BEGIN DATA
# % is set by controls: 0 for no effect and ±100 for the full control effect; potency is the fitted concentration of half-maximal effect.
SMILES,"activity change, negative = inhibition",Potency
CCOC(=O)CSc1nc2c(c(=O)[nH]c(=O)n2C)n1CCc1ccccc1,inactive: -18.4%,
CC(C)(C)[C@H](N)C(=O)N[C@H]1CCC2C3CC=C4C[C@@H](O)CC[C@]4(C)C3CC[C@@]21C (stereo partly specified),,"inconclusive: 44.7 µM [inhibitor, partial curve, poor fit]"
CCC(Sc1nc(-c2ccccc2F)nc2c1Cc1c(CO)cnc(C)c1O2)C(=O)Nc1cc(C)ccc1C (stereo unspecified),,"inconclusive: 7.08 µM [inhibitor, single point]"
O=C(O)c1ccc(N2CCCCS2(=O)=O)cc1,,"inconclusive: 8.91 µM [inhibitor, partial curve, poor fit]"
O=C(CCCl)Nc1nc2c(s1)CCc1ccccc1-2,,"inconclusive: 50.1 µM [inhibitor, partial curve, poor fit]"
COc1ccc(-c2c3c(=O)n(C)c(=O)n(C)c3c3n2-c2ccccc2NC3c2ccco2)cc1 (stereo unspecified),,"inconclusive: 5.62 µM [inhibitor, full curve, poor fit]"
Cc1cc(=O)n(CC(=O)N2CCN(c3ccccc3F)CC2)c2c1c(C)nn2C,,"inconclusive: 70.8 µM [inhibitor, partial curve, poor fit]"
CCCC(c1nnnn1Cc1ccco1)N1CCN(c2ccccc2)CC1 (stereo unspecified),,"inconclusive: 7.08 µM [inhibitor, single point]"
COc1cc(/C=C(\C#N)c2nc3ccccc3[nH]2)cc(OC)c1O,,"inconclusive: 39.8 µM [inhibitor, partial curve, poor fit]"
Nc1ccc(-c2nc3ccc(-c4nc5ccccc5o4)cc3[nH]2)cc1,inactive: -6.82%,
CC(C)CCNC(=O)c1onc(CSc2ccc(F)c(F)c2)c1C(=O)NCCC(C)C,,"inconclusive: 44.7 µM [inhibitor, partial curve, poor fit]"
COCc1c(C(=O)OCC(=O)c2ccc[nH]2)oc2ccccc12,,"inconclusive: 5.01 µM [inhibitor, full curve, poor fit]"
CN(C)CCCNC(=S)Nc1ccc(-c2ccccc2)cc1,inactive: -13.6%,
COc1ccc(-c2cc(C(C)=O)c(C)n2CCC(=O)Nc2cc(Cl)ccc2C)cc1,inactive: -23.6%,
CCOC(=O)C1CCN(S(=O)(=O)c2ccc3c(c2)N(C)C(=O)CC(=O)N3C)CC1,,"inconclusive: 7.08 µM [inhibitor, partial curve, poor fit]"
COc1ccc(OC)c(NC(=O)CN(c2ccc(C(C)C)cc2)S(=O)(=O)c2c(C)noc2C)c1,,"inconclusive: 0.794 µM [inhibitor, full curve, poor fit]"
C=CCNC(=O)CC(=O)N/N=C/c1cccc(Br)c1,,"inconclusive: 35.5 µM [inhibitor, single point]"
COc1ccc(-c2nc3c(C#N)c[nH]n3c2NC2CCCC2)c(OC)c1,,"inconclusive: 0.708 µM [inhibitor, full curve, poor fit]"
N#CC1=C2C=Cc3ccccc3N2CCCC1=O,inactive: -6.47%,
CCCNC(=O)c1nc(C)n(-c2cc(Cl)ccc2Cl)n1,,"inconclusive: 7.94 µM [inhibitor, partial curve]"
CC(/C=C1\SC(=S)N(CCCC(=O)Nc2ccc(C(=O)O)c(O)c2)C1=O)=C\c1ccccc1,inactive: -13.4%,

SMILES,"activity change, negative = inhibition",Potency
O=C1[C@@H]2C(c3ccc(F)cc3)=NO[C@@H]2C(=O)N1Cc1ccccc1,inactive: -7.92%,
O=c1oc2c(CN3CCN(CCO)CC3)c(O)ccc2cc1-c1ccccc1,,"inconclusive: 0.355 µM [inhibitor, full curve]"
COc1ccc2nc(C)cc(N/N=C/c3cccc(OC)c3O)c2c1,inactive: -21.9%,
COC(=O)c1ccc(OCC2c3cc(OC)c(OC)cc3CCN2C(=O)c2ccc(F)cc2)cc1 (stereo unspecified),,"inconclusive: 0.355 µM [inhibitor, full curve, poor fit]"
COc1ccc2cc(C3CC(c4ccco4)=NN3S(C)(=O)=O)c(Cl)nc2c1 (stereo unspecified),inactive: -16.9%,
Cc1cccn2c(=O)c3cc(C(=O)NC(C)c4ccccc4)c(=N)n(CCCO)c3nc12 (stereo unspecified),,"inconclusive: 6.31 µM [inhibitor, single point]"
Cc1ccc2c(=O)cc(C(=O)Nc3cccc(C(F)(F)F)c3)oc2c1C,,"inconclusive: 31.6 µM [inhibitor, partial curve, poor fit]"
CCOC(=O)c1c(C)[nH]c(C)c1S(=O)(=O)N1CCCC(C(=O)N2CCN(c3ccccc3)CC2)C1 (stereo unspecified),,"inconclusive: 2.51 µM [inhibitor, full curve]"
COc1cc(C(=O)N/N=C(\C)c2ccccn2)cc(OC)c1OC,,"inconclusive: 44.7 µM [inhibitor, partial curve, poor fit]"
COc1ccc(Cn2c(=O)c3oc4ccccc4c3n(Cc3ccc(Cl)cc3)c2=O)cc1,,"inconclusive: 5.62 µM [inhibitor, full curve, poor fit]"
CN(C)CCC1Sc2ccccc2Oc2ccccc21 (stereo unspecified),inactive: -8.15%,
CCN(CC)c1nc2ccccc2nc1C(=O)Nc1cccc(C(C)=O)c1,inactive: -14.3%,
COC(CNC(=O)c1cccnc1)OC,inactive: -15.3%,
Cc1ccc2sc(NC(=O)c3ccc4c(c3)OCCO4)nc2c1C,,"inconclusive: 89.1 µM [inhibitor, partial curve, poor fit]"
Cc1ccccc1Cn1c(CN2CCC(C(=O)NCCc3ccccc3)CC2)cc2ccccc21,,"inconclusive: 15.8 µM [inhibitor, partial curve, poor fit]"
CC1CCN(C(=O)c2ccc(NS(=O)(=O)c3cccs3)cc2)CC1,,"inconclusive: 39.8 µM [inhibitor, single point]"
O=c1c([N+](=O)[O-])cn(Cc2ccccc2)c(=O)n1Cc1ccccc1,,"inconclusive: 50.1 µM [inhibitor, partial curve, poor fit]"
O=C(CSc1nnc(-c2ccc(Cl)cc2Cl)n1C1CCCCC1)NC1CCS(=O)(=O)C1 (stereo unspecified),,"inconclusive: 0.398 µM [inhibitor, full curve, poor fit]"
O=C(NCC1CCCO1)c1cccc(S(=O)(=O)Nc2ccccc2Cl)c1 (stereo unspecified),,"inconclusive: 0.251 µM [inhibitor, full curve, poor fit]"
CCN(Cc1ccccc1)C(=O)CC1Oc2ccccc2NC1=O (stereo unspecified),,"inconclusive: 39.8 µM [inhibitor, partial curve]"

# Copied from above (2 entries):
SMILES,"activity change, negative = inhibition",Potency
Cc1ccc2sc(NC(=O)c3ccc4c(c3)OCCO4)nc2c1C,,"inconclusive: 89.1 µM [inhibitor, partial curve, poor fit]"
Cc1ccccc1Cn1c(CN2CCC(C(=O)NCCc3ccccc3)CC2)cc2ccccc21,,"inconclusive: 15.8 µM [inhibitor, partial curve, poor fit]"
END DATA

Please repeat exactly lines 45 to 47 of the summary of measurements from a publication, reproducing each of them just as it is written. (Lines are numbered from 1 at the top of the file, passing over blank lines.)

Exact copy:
# Copied from above (2 entries):
SMILES,"activity change, negative = inhibition",Potency
Cc1ccc2sc(NC(=O)c3ccc4c(c3)OCCO4)nc2c1C,,"inconclusive: 89.1 µM [inhibitor, partial curve, poor fit]"